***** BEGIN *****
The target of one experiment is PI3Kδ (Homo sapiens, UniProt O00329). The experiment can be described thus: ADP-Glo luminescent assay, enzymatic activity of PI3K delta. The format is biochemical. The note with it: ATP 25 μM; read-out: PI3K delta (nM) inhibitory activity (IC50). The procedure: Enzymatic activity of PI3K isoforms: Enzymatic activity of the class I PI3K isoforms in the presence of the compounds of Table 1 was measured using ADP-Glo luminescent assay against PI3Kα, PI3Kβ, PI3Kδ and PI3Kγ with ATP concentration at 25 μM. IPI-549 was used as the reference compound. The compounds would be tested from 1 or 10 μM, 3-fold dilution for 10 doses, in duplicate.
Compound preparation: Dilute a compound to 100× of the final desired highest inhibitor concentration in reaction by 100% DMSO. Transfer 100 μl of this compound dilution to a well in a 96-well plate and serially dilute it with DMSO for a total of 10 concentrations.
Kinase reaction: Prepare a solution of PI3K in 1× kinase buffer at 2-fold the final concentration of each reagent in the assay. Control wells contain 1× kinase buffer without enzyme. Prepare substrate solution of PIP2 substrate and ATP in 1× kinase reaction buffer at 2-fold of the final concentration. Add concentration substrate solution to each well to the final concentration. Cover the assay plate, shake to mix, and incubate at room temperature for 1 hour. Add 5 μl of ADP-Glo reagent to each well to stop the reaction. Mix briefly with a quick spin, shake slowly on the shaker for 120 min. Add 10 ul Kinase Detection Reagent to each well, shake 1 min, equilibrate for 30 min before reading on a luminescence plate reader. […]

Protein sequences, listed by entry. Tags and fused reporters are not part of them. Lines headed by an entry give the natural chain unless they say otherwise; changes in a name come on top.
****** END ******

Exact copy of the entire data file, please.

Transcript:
The target of one experiment is PI3Kδ (Homo sapiens, UniProt O00329). The experiment can be described thus: ADP-Glo luminescent assay, enzymatic activity of PI3K delta. The format is biochemical. The note with it: ATP 25 μM; read-out: PI3K delta (nM) inhibitory activity (IC50). The procedure: Enzymatic activity of PI3K isoforms: Enzymatic activity of the class I PI3K isoforms in the presence of the compounds of Table 1 was measured using ADP-Glo luminescent assay against PI3Kα, PI3Kβ, PI3Kδ and PI3Kγ with ATP concentration at 25 μM. IPI-549 was used as the reference compound. The compounds would be tested from 1 or 10 μM, 3-fold dilution for 10 doses, in duplicate.
Compound preparation: Dilute a compound to 100× of the final desired highest inhibitor concentration in reaction by 100% DMSO. Transfer 100 μl of this compound dilution to a well in a 96-well plate and serially dilute it with DMSO for a total of 10 concentrations.
Kinase reaction: Prepare a solution of PI3K in 1× kinase buffer at 2-fold the final concentration of each reagent in the assay. Control wells contain 1× kinase buffer without enzyme. Prepare substrate solution of PIP2 substrate and ATP in 1× kinase reaction buffer at 2-fold of the final concentration. Add concentration substrate solution to each well to the final concentration. Cover the assay plate, shake to mix, and incubate at room temperature for 1 hour. Add 5 μl of ADP-Glo reagent to each well to stop the reaction. Mix briefly with a quick spin, shake slowly on the shaker for 120 min. Add 10 ul Kinase Detection Reagent to each well, shake 1 min, equilibrate for 30 min before reading on a luminescence plate reader. […]

Protein sequences, listed by entry. Tags and fused reporters are not part of them. Lines headed by an entry give the natural chain unless they say otherwise; changes in a name come on top.